Chaloner was the friend of Cheke, Haddon, and other learned scholars of his time. He was a poet in Latin and English, and received high commendation from Meres, Puttenham, and Henry Peacham. His printed works are as follows: 1. ‘A Bok of the Office of Servantes,’ 1543, translated from Gilb. Cognatus, and dedicated to Sir Henry Knyvet. 2. ‘An Homilie of Saint John Chrysostome … newely made out of Greke into latin by master Cheke, and englished by Tho. Chaloner,’ London, 1544. 3. ‘The praise of Folie … by Erasmus, englished by Sir Thomas Chaloner, knight,’ London, 1549. 4. ‘De Rep. Anglorum instauranda decem libri,’ with a Latin panegyric on Henry VIII (issued separately in 1600), and epigrams and epitaphs in Latin on other noted persons. Among the latter is an admirable elegy on Lady Jane Grey. To this work Burghley and other friends prefixed Latin verses in the author's praise. It was first published in 1579 by William Malim, master of St. Paul's School. The whole is in Latin verse, and was written in Spain between 25 Dec. 1562 and 21 July 1564. A woodcut of the author is prefixed.

To the first edition of the ‘Mirror of Magistrates’ Chaloner contributed an account of Mowbray's quarrel with Richard II, and in Park's ‘Antiquæ Nugæ’ (ii. 372) is a translation by him of Ovid's ‘Epistolæ Heroidum’ (Epist. 17).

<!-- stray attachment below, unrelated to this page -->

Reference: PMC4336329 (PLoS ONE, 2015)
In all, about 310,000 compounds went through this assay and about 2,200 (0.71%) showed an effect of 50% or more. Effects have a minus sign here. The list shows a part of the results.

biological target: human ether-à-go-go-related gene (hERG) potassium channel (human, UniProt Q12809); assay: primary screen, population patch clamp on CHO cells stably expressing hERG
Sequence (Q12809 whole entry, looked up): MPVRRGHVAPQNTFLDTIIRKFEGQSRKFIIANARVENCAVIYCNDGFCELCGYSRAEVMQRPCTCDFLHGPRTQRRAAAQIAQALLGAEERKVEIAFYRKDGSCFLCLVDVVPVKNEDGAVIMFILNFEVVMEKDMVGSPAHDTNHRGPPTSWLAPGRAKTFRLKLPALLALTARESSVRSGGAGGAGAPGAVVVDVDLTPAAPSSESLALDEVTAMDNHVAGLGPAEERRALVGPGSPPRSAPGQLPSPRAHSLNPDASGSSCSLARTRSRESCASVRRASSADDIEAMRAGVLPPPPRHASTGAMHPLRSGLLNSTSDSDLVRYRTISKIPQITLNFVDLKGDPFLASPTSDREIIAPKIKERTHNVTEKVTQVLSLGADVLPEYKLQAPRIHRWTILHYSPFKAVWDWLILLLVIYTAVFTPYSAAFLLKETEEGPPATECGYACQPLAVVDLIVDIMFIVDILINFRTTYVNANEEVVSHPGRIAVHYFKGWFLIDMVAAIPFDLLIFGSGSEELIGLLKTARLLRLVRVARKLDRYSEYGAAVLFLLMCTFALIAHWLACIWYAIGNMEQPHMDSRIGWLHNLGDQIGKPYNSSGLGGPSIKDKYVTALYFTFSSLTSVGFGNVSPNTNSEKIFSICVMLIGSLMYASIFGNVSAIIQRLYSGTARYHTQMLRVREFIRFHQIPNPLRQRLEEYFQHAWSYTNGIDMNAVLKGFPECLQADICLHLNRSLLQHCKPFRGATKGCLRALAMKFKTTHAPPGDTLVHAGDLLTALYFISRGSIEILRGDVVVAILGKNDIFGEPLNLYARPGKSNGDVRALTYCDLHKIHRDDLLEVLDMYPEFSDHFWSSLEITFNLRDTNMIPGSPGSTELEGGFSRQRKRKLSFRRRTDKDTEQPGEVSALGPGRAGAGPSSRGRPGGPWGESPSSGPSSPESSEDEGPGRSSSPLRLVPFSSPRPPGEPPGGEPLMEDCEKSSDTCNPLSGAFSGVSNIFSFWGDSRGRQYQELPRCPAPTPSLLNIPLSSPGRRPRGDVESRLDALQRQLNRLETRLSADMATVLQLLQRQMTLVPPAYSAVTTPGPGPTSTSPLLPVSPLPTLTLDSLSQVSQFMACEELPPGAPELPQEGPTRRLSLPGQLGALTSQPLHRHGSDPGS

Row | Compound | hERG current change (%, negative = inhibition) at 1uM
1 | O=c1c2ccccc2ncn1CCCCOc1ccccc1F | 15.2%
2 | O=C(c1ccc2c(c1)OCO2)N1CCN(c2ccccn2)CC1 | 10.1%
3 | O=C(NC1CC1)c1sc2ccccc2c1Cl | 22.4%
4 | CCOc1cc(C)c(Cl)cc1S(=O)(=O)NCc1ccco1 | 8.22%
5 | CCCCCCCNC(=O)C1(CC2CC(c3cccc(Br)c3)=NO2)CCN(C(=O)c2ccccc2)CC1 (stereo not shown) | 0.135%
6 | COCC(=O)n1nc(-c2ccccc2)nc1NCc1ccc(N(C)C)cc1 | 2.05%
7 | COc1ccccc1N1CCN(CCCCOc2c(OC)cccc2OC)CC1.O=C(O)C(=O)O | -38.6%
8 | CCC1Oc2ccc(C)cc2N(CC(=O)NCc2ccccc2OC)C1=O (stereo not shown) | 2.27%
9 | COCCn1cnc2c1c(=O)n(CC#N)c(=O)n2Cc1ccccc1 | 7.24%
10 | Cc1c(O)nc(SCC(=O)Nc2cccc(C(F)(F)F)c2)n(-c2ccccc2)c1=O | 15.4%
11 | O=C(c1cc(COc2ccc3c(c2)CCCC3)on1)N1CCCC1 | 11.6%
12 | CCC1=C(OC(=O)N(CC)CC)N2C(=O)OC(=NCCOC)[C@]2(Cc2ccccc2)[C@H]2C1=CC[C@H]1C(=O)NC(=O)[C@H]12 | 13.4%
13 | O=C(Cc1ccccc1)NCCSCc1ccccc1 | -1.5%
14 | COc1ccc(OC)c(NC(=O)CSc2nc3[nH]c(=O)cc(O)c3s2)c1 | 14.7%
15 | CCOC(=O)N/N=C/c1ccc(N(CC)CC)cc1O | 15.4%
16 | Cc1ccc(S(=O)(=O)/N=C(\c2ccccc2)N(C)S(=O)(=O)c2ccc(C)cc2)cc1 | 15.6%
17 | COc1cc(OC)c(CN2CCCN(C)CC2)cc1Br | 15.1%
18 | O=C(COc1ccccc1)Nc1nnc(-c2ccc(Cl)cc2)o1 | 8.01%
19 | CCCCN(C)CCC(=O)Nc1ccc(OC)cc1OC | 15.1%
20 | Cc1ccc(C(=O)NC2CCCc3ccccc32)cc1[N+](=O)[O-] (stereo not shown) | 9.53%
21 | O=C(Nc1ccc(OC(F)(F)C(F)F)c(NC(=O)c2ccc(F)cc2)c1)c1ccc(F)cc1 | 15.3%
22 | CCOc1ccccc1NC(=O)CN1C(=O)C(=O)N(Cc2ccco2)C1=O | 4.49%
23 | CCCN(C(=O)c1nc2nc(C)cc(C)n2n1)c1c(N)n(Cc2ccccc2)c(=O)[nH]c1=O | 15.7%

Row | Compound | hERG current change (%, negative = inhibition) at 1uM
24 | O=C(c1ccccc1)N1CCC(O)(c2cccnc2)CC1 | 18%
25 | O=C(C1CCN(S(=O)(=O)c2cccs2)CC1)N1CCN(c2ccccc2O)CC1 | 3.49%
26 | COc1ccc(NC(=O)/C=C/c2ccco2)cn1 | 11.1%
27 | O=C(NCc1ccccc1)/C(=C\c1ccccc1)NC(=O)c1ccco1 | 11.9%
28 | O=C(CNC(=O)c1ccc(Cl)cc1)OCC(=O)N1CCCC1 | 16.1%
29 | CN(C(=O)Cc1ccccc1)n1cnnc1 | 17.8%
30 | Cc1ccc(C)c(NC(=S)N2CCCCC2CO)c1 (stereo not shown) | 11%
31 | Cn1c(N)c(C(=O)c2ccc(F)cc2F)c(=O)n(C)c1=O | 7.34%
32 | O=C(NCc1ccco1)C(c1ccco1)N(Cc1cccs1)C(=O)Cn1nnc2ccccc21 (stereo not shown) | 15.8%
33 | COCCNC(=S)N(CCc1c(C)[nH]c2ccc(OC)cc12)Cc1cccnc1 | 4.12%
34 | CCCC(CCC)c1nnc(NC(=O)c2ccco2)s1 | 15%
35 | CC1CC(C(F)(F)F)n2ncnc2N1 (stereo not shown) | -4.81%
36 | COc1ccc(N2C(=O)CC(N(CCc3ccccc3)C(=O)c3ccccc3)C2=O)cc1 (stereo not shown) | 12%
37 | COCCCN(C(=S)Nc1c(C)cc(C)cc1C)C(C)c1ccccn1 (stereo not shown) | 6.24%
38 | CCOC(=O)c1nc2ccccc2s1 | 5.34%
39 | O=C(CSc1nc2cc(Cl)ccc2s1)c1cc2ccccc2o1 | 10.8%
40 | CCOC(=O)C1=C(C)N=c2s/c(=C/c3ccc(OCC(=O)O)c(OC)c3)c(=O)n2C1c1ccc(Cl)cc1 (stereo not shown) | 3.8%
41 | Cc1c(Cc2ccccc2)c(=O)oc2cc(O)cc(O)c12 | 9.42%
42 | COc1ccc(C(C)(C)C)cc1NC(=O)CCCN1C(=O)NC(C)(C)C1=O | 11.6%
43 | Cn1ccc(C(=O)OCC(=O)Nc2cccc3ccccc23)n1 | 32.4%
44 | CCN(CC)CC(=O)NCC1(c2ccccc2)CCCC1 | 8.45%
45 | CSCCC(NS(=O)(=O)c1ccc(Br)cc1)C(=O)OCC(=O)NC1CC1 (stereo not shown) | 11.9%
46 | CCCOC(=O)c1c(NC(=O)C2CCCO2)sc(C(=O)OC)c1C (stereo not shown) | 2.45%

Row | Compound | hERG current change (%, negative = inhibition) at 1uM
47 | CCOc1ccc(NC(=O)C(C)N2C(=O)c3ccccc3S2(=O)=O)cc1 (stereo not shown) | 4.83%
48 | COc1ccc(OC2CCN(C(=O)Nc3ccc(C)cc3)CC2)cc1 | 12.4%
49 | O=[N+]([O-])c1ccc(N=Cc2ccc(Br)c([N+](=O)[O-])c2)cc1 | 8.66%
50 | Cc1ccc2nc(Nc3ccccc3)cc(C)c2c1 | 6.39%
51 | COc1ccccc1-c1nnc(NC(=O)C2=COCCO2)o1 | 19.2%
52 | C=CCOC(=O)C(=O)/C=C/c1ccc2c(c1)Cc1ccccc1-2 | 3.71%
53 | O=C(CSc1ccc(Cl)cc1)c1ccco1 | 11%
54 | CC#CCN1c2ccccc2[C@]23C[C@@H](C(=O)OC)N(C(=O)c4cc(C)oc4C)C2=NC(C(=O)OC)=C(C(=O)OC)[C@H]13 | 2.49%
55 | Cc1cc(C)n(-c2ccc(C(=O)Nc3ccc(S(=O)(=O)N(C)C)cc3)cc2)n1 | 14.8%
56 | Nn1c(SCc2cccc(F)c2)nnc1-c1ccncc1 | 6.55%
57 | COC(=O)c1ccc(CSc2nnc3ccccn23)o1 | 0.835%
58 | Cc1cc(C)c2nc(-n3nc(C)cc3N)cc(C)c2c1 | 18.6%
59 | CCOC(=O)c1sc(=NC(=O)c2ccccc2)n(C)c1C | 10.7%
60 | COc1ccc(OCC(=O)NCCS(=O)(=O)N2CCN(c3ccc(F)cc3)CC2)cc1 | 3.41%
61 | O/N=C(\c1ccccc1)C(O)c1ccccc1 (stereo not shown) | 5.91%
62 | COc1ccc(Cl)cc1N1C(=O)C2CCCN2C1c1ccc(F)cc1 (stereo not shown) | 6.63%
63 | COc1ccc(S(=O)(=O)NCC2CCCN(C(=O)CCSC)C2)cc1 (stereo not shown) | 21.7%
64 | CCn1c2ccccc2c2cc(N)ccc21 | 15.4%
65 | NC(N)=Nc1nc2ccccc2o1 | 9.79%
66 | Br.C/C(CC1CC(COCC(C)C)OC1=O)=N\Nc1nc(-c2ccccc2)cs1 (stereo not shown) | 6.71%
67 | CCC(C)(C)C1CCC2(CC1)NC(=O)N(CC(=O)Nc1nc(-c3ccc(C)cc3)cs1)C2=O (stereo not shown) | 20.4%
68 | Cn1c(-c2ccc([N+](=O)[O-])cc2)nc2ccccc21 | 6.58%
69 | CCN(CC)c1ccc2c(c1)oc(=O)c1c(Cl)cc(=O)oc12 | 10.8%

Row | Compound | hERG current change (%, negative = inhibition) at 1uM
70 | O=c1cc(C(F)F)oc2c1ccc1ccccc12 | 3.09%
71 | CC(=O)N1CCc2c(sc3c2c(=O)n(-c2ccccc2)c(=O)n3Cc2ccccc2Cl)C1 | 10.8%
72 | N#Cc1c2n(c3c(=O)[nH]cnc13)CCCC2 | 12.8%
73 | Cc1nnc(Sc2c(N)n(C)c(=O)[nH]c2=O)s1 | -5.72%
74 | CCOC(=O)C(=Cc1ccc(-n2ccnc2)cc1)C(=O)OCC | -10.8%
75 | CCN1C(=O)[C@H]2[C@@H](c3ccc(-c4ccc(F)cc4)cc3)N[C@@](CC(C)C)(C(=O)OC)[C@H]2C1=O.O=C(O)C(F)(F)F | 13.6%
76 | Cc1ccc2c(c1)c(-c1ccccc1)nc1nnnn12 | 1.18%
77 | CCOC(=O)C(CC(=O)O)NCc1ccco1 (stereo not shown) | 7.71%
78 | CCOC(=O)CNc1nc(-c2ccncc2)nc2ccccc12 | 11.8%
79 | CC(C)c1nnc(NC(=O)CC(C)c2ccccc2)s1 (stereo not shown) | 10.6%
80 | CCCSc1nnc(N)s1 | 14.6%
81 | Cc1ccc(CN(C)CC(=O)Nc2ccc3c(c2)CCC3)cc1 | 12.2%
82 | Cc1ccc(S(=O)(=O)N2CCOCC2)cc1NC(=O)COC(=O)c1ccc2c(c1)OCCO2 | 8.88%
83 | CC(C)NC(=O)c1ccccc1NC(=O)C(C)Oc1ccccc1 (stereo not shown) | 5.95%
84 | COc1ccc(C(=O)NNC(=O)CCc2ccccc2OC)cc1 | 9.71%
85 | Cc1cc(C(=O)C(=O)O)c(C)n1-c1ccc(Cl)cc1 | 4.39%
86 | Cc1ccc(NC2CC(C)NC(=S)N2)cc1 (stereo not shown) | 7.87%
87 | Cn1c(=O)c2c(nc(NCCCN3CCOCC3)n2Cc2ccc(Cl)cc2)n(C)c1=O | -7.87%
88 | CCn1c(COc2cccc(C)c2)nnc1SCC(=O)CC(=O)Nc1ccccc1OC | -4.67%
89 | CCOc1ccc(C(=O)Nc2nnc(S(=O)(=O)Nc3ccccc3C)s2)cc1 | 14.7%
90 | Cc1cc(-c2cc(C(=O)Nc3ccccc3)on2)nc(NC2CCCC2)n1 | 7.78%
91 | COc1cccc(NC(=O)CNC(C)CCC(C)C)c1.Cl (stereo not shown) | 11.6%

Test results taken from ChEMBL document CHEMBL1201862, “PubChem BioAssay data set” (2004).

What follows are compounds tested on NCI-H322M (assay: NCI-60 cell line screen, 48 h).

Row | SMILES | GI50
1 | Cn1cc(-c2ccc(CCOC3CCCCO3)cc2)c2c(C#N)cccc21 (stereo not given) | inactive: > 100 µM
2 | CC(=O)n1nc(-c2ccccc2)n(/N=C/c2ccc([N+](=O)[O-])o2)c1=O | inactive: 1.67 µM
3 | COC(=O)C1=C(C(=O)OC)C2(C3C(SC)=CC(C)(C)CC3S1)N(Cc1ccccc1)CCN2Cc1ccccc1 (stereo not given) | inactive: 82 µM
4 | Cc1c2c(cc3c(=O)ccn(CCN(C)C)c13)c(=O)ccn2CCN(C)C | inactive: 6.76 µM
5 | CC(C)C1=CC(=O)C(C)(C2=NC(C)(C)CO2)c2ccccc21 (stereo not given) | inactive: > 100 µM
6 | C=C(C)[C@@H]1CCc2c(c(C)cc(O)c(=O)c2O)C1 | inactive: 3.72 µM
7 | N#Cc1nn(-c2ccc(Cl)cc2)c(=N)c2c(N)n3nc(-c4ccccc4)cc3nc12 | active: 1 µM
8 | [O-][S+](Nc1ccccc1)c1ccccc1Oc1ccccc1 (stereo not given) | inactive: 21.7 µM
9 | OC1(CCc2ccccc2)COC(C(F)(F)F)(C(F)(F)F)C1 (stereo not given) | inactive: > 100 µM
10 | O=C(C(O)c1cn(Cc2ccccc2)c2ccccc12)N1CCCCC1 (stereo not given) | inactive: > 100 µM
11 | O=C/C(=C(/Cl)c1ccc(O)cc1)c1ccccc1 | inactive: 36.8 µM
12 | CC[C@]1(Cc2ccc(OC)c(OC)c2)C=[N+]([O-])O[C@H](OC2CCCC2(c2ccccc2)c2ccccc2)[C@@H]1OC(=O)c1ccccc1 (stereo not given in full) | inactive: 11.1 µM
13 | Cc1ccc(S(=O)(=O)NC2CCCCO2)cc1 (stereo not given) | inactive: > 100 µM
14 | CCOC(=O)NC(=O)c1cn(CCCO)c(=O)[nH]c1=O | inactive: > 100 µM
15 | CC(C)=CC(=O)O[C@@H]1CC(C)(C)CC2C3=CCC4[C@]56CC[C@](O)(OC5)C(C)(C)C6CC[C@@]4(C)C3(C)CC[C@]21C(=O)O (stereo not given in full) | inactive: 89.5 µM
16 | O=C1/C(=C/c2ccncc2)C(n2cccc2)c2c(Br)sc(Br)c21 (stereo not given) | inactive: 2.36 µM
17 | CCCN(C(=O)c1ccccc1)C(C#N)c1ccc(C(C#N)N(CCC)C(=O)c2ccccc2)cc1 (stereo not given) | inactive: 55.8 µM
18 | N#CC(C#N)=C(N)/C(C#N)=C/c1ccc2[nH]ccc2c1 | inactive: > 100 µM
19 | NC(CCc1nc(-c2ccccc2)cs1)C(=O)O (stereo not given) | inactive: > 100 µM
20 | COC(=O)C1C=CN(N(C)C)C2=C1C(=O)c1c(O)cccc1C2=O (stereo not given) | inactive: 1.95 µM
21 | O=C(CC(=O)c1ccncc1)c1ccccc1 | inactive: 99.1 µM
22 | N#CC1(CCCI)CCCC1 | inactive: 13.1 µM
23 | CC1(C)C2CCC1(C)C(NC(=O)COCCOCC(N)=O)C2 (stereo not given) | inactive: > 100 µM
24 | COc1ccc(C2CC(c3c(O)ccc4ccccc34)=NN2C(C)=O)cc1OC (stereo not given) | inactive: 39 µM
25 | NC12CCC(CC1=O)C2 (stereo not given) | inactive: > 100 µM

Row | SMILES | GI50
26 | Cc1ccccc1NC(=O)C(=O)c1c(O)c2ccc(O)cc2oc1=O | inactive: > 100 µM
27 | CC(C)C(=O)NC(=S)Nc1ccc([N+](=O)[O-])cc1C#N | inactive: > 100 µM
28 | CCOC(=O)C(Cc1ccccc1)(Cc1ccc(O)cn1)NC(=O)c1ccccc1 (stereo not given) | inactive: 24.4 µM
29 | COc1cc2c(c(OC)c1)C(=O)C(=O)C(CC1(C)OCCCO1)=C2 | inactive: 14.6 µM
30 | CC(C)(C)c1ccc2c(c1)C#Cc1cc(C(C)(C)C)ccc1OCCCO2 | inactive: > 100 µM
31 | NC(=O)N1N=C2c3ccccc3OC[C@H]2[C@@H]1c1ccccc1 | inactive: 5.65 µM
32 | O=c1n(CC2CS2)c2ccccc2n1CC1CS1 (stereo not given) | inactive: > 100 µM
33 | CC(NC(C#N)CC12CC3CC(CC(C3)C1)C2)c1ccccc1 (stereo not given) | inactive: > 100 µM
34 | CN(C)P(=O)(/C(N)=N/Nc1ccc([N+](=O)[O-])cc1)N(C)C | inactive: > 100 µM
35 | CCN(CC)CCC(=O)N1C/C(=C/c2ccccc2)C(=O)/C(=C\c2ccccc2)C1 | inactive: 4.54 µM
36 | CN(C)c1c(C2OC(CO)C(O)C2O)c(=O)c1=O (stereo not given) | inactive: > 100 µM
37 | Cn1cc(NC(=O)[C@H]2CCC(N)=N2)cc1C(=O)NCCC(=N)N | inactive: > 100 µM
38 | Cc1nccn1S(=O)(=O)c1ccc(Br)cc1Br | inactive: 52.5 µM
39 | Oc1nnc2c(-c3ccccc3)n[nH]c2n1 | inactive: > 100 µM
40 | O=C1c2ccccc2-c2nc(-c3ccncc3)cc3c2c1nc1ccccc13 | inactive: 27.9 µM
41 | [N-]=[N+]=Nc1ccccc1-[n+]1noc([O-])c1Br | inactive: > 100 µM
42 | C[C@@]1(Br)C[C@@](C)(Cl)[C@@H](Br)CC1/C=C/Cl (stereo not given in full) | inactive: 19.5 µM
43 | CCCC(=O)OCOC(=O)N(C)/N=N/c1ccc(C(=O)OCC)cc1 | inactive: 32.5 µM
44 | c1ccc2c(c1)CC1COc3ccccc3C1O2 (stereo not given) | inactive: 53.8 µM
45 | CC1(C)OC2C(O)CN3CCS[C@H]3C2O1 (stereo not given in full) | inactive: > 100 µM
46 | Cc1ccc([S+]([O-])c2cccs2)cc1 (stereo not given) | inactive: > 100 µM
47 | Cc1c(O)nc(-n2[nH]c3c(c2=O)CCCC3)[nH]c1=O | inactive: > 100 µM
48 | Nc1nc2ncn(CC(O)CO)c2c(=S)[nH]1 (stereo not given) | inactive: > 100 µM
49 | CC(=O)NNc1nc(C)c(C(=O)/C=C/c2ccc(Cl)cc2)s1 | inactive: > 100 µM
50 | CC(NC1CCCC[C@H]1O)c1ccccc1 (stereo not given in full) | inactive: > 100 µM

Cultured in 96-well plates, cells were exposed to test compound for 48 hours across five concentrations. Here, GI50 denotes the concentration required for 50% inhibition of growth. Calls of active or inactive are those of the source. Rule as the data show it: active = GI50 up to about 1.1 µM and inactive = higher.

Among the Hardwicke manuscripts at Wimpole Hall is an unprinted ‘Journal in Spain,’ 1562, attributed to Chaloner.

Chaloner's portrait was painted by Holbein and has been engraved by Hollar. Another portrait, with some half-legible Latin verses on it, belonging to Mrs. M. G. Edgar, was exhibited in the Exhibition of National Portraits at South Kensington in 1866 (Notes and Queries, 3rd ser. x. 28).

[Cooper's Athenæ Cantab. i. 235–7; Biog. Brit. (Kippis); Rymer's Fœdera, xv. passim; Cal. State Papers (Dom.), 1547–80; Haslewood's Mirror for Magistrates; Brit. Mus. Cat.; Machyn's Diary (Camd. Soc.), pp. 123, 404; Granger's Biog. Hist.; Tanner's Bibl. Brit.; Notes and Queries, 4th ser. i. 31; Froude's History; Peacham's Compleat Gentleman (1562), p. 73.]

S. L. L.